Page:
Preparing for Apples

 
Gypsum to turn in
Sand on top
Elizabeth ClayThe final dig in
Mulch at the ready

This weekend I've been getting ready for apples, and maybe, pears. Both these fruits metabolise without a big sugar spike, according to my doctor. They are also lower in sugar than tropical fruits.

I've had a spot chosen for some months where I've been assiduously destroying any hint of couch and also spot spraying the sour sobs. We will put in several trees together, as apples don't self-pollinate, and need another variety which flowers at the same time. From what I can find, Ballerina, Jonathon, Pink Lady, Granny Smith and Fuji would be a great mix.

Apple trees can become quite large, so I will be looking for dwarf varieties when Bijil and I head out to Virginia Nursery tomorrow. Size is not a problem for the area of our garden, but too much height makes netting the trees much harder.

Our peaches and apricots are in the area of 3 metres high, which makes netting them really difficult. Even if I cannot buy dwarf varieties, planting them close together will slow down the growth. I am told that this makes pruning easier than trying to maintain the balance on a multi graft tree.

Step One has been to remove a barrow load of Elizabeth clay from a 1.25 metre circle. This has gone straight into the the current compost bin. I then tipped a dozen large handfuls of gypsum over the area and forked it in.

Step Two: One the way back from the compost I collected a barrow load of sand left over from Bijil's house plaster and spread it across the new tree space. This was forked in as well. The sand and the gypsum together should lighten up the clay.

When we first moved in, the old dog was suddenly limping around during the first winter as though he had some kind of rapid onset arthritis. He had picked up clay just like it was sticking to our boots, and it had set in between his pads and was crippling him.  We had to soak his feet in warm water and massage the stuff out. He didn't mind the massage  part of the process at all, especially as he was able to sit in front of the heater!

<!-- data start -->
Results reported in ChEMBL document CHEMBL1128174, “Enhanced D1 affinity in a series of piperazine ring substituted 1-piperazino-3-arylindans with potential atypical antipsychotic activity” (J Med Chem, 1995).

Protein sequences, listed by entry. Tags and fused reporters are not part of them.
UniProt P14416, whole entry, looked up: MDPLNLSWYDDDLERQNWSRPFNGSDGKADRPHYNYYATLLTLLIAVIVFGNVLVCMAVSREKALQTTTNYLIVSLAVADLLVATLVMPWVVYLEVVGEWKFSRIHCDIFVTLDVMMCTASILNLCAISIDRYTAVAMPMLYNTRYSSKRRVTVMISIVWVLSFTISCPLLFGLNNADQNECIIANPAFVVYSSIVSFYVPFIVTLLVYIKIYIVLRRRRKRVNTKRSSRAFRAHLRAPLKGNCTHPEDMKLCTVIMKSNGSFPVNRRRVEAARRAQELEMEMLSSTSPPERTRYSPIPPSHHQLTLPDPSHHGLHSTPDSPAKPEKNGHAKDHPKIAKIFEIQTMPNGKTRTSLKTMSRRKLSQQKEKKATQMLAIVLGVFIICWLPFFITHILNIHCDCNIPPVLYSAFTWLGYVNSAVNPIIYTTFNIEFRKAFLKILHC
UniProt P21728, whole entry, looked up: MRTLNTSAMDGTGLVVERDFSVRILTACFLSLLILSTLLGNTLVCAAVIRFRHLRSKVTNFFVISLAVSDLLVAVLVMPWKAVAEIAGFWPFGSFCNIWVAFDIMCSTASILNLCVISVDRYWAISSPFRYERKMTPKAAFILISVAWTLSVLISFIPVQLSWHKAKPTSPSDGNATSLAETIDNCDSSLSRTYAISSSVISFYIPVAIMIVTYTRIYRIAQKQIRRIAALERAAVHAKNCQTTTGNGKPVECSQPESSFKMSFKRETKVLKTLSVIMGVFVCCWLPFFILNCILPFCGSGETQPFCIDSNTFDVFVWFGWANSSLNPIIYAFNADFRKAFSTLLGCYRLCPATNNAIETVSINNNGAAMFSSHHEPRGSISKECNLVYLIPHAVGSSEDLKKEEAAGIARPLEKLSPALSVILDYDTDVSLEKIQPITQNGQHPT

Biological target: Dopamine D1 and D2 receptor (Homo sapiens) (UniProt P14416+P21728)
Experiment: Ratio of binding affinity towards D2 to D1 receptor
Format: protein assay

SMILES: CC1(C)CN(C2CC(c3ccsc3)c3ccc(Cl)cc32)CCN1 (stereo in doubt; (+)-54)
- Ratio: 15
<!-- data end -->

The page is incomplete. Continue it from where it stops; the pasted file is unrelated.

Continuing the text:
Step Three involved a trip back to the mature compost and the transport of a barrow load onto the tree space.  After another forking in we are ready for the trees and the subsurface irrigation.

I then pulled the electric hedge clippers we inherited from Wendy's dad out of the shed, and trimmed back the Rosemary bushes which have been taking over the intended apple space, and a pelargonium which has been overgrowing one of the garden paths.

The good thing about a very relaxed pruning regime is that I am never short of material for mulch.  I will cardboard over the pipe and around the trees once they are in, and then cover the cardboard with rosemary and pelargonium cuttings. I'll need to watch the pelargonium; that stuff will send out roots after two weeks on concrete!

Soursobs are a pest in this part of the garden as the photo shows. I have been trying to spray around the rosemary, and in underneath to get some control. Where the rosemary has been well advanced it seems not to have bothered it too much. Where it was a bit less robust, it seems to have taken a hit from the glyphosate. 

Weekend of August 24, posted October 22 2013


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